Wikileaks Rangoon Cables Part I – Retribution vs. Development

A few cables relating to Burma have been released in the newest batch of Wikileaks*   One, in particular, was particularly interesting.  It was written in 2008 by Shari Villarosa, the outgoing chargé d’affaires of the US Embassy in Rangoon and is a summary of her thoughts on a range of issues.  I am going to address several of the points she raises in the next few posts.

In the cable, Ms. Villarosa suggests that the United States may want to provide security guarantees to senior ruling generals in return for them stepping down.  This concept dovetails with some of my argument regarding a Commission of Inquiry in this post.  A blanket security guarantee would go further, eliminating, rather than delaying the possibility of retribution for the large numbers of people who have been unjustly imprisoned, forcibly relocated, or killed by the regime. The notion of what to do with leaders who have committed gross human rights abuses has been widely debated and discussed by scholars and human rights practitioners.  The International Center for Transitional Justice (which disagrees with my position on a Commission of Inquiry) is one organization that exists solely to deal with this problem.  An interesting discussion on the issue can be found here.   In my mind, the ultimate question of whether retribution should be traded off in order to accomplish goals of democracy and development should be left to the Burmese people.  Of course, how we determine the views of the “Burmese people” is a more difficult question that I will deal with in a later post.

As my focus is primarily on development, the related issue for me is how much of the limited funds available for Burma-related projects should be put toward the documentation and reporting of human rights abuses and the efforts made toward lobbying the UN and other bodies for retribution.  The aid business is a zero sum game.  Every dollar that goes into documenting and reporting atrocities is one less dollar available for humanitarian or development efforts.**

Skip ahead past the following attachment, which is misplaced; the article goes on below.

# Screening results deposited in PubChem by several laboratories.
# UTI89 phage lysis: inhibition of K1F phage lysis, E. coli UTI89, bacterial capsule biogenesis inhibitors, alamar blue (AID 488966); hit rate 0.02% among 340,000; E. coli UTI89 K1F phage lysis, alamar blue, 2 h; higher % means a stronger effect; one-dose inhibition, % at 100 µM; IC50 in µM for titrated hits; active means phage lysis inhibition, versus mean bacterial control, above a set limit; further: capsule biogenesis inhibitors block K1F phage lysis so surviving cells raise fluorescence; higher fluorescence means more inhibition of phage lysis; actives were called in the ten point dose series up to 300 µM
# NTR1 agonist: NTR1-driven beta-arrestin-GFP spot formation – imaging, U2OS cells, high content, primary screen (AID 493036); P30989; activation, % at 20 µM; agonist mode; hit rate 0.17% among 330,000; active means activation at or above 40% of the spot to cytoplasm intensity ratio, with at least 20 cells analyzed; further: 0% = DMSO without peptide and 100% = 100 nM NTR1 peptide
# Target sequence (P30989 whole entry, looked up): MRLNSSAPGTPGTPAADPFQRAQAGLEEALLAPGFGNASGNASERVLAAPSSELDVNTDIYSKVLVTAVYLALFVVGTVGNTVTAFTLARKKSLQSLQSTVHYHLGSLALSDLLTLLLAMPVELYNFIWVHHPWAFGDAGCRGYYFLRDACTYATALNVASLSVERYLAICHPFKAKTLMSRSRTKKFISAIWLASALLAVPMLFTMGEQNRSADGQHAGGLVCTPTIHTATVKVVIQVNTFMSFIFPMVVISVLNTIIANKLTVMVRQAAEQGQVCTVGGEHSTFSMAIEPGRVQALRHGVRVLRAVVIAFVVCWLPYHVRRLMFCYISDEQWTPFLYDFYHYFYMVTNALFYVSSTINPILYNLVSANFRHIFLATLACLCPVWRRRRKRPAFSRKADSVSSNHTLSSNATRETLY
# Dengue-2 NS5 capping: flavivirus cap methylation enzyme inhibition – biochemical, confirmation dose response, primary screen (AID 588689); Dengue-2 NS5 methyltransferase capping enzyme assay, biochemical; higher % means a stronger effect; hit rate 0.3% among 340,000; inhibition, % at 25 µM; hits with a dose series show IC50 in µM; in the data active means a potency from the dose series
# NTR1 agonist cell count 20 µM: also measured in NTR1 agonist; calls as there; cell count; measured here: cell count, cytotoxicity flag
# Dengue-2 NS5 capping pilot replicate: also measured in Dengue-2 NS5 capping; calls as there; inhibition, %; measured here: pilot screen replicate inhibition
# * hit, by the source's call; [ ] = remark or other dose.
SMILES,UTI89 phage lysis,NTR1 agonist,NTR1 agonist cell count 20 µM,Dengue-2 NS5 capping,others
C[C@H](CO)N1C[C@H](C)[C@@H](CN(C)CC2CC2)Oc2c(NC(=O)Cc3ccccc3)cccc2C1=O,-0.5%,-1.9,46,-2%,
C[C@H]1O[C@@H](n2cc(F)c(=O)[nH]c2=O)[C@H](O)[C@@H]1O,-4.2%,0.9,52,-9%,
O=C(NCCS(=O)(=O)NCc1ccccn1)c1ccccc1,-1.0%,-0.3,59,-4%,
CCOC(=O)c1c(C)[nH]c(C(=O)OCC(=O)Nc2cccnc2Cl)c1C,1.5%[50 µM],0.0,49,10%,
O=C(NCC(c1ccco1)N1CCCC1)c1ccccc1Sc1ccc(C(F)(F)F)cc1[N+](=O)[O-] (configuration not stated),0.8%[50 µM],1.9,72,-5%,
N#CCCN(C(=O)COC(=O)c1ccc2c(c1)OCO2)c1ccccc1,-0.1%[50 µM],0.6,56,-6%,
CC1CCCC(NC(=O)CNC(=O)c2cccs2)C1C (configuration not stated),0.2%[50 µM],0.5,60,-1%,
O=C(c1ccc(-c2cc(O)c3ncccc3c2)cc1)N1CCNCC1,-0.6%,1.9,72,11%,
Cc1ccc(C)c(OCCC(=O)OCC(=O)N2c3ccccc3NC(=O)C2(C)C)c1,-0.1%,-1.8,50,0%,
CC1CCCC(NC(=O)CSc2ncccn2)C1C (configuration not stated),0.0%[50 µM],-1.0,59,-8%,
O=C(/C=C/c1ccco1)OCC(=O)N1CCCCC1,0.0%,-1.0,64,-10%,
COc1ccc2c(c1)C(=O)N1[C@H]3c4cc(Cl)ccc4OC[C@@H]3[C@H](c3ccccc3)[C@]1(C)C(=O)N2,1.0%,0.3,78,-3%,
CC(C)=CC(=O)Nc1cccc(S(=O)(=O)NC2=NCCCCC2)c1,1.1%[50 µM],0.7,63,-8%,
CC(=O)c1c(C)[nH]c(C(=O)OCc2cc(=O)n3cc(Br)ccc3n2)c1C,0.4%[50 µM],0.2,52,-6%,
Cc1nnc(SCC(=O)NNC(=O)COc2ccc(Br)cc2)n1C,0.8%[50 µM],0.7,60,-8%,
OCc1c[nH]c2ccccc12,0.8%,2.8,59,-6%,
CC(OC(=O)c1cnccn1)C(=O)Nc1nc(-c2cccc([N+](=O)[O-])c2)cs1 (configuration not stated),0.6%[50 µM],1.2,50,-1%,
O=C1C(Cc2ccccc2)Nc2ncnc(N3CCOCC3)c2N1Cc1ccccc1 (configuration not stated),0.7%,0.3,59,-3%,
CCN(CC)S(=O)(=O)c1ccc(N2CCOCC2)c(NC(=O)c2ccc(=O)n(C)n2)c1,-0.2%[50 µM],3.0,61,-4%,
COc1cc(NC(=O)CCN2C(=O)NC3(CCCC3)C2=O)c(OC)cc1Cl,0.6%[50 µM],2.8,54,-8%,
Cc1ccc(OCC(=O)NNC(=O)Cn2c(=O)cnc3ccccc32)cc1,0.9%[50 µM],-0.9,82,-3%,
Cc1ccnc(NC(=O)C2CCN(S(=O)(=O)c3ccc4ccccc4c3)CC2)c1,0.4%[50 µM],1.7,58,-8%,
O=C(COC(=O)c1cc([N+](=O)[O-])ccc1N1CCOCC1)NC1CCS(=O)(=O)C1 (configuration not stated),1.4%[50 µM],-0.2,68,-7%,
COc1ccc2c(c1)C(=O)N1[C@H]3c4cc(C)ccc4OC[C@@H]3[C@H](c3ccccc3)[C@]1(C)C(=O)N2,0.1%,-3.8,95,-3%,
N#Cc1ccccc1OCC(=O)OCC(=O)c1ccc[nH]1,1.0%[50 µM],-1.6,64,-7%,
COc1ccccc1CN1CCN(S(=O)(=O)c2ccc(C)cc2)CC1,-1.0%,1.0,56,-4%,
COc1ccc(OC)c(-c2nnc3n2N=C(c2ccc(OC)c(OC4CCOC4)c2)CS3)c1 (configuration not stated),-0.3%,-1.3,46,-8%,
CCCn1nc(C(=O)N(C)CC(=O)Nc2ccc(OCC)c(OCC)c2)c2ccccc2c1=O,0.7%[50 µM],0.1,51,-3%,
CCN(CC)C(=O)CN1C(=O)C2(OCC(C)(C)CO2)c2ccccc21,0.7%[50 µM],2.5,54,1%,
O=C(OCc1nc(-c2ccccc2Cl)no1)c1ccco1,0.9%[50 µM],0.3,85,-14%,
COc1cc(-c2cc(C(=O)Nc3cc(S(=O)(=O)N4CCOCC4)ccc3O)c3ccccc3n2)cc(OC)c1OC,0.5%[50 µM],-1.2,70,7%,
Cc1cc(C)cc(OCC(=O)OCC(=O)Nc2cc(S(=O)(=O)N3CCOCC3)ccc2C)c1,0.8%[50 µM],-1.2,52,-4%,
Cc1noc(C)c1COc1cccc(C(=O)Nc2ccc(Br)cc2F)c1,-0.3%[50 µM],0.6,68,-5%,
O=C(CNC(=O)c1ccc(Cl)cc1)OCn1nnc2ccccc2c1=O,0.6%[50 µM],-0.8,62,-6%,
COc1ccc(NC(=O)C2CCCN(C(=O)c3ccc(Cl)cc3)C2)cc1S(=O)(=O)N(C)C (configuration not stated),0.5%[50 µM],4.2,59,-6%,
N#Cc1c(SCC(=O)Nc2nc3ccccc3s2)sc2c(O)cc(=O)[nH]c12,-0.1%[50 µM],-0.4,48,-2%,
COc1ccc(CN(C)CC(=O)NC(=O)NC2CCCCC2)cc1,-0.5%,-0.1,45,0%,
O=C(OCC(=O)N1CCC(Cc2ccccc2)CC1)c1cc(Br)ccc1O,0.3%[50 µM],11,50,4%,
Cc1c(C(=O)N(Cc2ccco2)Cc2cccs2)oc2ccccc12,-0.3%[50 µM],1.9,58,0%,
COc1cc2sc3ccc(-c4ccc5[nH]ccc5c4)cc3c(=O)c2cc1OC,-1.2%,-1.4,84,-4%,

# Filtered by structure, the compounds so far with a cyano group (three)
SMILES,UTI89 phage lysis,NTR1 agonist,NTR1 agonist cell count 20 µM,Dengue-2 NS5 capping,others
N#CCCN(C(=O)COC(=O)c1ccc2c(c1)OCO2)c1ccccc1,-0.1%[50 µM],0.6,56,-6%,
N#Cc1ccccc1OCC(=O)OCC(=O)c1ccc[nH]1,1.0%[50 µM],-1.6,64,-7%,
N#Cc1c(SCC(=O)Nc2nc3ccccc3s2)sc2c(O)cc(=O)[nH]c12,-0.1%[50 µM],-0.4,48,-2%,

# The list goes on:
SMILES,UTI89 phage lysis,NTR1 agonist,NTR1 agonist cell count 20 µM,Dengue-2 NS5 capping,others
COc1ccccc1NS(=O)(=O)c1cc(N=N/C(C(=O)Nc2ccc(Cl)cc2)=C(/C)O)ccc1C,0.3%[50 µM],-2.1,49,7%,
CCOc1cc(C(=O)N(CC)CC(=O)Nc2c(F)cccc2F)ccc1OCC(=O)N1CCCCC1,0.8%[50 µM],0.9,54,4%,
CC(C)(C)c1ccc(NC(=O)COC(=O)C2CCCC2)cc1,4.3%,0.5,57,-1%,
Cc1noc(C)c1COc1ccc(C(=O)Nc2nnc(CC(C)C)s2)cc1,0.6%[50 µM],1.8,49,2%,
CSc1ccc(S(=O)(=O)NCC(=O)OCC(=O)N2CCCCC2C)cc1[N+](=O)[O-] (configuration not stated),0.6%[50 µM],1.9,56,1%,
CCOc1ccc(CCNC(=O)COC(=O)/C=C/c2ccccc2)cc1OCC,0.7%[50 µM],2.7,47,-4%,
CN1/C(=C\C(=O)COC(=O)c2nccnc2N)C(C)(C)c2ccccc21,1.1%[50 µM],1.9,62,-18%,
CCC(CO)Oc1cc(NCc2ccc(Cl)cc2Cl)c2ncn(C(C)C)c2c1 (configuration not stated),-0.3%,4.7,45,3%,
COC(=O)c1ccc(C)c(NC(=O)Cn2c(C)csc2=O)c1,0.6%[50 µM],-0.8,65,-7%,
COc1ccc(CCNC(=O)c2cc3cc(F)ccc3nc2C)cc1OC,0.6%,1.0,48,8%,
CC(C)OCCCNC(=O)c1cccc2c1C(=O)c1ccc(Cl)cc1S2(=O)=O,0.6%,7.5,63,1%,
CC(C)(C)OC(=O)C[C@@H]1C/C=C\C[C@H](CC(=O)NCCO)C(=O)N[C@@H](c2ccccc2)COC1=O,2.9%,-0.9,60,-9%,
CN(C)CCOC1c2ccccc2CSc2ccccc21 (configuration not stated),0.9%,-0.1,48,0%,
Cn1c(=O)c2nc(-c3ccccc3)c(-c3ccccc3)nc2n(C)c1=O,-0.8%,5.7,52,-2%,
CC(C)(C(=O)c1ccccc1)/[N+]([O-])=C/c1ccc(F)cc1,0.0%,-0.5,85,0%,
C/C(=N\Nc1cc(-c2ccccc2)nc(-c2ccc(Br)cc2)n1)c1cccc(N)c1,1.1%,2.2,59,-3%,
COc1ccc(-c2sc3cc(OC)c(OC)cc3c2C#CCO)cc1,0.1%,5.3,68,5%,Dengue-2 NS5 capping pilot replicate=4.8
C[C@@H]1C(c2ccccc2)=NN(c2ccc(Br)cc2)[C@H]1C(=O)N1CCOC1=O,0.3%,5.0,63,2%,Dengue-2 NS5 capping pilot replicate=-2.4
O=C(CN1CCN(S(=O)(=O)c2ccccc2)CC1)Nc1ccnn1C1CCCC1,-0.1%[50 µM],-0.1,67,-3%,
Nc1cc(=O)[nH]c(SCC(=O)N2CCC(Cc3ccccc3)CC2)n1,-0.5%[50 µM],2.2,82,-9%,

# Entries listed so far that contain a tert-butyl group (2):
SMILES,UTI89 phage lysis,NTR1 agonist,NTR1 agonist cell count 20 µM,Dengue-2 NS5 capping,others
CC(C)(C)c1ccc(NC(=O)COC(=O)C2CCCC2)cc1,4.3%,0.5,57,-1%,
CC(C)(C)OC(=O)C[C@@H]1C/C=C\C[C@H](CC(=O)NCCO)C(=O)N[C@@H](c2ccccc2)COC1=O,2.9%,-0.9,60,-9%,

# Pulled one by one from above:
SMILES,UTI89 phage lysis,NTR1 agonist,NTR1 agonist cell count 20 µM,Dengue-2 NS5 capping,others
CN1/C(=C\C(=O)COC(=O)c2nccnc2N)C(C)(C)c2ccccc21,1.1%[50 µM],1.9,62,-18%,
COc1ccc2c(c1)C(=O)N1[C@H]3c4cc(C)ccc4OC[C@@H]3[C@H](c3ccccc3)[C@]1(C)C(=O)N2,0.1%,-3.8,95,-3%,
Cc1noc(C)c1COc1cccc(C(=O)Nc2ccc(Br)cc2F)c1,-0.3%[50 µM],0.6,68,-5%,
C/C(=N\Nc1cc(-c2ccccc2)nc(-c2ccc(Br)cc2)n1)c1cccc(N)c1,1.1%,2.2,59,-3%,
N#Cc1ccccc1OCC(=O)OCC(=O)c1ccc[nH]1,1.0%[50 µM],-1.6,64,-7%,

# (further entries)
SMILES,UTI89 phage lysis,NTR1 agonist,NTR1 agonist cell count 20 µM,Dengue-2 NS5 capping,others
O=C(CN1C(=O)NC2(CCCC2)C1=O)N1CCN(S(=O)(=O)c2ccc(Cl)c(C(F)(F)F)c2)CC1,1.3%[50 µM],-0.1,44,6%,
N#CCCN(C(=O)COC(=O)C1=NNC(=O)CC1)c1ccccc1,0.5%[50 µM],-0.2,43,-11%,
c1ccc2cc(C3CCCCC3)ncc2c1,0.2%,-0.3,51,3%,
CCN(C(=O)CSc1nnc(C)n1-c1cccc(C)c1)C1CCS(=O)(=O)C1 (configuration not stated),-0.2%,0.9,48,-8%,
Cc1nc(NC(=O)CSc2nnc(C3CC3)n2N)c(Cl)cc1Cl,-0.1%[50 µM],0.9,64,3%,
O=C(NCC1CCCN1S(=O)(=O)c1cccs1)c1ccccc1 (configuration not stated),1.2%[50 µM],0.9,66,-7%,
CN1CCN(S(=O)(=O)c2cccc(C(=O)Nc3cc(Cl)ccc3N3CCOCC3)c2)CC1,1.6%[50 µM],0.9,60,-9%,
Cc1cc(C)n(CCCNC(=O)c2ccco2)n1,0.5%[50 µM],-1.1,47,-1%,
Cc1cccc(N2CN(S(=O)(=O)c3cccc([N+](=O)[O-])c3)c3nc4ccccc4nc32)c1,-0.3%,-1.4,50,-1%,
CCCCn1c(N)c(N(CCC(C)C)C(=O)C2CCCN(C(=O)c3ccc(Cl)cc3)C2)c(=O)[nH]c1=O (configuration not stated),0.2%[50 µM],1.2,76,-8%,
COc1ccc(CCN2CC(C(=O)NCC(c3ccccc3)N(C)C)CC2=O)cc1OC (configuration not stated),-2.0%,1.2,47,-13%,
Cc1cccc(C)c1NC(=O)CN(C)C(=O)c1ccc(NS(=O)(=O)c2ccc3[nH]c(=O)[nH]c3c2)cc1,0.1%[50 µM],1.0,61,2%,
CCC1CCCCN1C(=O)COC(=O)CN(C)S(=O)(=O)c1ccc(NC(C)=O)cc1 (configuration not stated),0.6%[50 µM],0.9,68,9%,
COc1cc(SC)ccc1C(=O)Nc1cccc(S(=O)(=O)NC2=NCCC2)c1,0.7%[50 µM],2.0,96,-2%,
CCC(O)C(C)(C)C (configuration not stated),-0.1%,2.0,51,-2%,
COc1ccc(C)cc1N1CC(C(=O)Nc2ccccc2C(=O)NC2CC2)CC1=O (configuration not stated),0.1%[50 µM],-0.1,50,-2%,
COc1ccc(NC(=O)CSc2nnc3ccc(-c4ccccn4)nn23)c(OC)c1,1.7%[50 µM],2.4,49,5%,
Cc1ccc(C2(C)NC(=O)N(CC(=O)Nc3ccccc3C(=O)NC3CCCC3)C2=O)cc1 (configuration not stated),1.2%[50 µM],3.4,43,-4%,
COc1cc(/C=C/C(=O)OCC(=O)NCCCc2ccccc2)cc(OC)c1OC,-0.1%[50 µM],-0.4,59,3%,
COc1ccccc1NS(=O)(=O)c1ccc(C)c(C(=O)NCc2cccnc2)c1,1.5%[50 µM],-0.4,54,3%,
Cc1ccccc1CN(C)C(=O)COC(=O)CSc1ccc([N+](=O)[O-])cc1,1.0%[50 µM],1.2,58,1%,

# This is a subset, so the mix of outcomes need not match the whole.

Abuses by the regime have been well documented.  There have been reports on overall crimes against the Burmese people, on child soldiers in Burma, on the abuse of Karen women, on the abuse of Shan women, and more reports are generated regularly.  At the same time, lobbying groups in the US, the UK spend a healthy portion of their not-insubstantial budgets on retribution issues including advocating sanctions, boycotts, and commissions of inquiry.   I often wonder if all this money would be better spent on schools, hospitals, or refugee assistance programs.  On the one hand, victims of human rights abuses deserve to have their story told and the perpetrators brought to justice.  On the other, world leaders are now either well aware of the atrocities committed by the Burmese military or they are willfully ignorant.  Either way, I’m not convinced that one more report is going to have much impact.  A few dollars to a clinic on the border or two a teacher-training program in the delta could make a huge difference.  I’d be interested to hear the views of people on the ground, especially those who author these kinds of reports.  Do you think its money well spent?

*I’m still not entirely sure how I feel about Wikileaks but now that the information out there, I think it is entirely reasonable to comment on its content.  Because some may be averse to viewing the Wikileaks page, I have not linked to it in the text of the post.  For those who do want to view it, the cable being discussed can be found here.

**Its actually not quite that simple.  I will be discussing aid distribution decisions in a later post.

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